I started by wanting to consider the Hui Clos of Pendewi, the village in the Snow Spider, but of course the most famous line from Sartre’s play is L’enfer c’est les autres, and the more I ponder the community the less sure I am of this. There are family tensions here, and the neighbourly relationships of a small village, but these are not people trapped in Hell together, but a Pobol y Cwm, a people of the valley. When Alun, Gwyn’s friend, is lost in the storm, the ‘grapevine” works fast to rustle up a search party. When Bryn and Gladys Davis confront Gwyn’s family about Gwyn injuring their son Dewi it is uncomfortable – but not on an epic scale. Gwyn is like many a child who needs to make sense of his family as he grows: what does his family history tie him to? Does he like being with them? As with landscape (above), it is the ordinariness that provides the power to the scene and to the magic that interrupts it.

The new TV version gives some nod to the passing of time since the original publication of the Nimmo books, starting in 1986, in that there is some mention of the internet, and the watch Gwyn gets as a birthday present in the book has become a tablet (with remarkably good connection). This in turn allows some further plot exposition, some idea of the past which Gwyn is inheriting. It also serves to underline that very odd nature of the old Welsh manuscript the young magician reads. As a reflection on the updates in the series it works well.

Does this make the actual text creak at all in retrospect? I didn’t think so. The IPad/tablet would have been no further use in the story than the rewrite has allowed it. (In pondering updates I did think of Baz Luhrmann’s Romeo + Juliet where for the tragic failures of communication to take their toll, the modern audience needs not to think how simple a quick couple of texts or emails could have sorted everything). Gwyn’s father’s quad bike was a nice touch, too: this was a family more like Emmerdale (or God’s Own Country) than Cold Comfort.

But what of magic in the modern world? Where might the Tylwyth Teg live now? For Alice Thomas Ellis the uncomfortable magic of the Welsh tradition in Fairy Tale suggests they live where they have always lived: in edgelands, woods, odd meadows and lanes with a strange feel to them, very much alive in the affairs of humans. In Pendewi, the stories live on by being reenacted (more explicitly in the later books in the trilogy), and the parallels with Garner’s The Owl Service are many, from common roots in the Mabinogi to the recurrence of tensions dating back into myth and legend. Where is the magic? In both books (“all the books,” if we count the Ellis, the Garner, all three by Nimmo and Susan Cooper [who will come into my next post]) it is frighteningly close: it exhibits in the fallible humans who cross its path. (Just as it would be amusing to think up how M R James’ stories could be updated effectively, it would also be a challenge to think quite where his ghosts might reside now: in mobile numbers that link to conspiracy theories long dead, catalogues whose URL summon destruction, internet stalkers whose only real presence is to hunt the curious through the pdfs of manuscripts…) But Nimmo’s Gwyn, it seems to me does not needs this. It is his ordinariness that saves him. Tensions between generations, Ivor Griffiths’ incoherent anger at his family’s loss, the petty rivalries of the playground: these are universal enough to contain the introduction of the internet, while a small village up in the hills (Chris may take a different view) may not be able to rely on mobile signal quite as much as I do for sustaining its relationships.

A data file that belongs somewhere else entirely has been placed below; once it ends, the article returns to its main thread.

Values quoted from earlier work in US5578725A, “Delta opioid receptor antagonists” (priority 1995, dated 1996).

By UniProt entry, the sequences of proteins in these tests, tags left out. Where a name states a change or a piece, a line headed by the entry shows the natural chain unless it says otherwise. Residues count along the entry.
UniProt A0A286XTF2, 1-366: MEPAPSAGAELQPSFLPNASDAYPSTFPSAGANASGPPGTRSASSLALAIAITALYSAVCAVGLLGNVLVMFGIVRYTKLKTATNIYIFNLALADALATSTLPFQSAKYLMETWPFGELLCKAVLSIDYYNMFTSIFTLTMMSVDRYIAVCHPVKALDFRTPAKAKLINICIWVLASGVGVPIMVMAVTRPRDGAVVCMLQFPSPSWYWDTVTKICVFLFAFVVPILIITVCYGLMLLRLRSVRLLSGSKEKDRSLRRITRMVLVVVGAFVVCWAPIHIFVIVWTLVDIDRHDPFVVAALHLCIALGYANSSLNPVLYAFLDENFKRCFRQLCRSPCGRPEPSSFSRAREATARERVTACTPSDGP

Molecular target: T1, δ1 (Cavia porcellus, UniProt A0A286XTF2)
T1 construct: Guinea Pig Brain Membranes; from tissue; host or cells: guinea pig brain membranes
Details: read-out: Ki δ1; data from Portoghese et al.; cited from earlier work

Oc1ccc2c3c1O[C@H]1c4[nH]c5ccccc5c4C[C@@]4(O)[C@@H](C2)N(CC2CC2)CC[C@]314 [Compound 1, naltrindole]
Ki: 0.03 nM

Chris and I are planning to post our blogs on 4th May, having not seen one another’s responses. Do please visit https://calmgrove.wordpress.com to see what Chris has made of these two questions.

Next year in…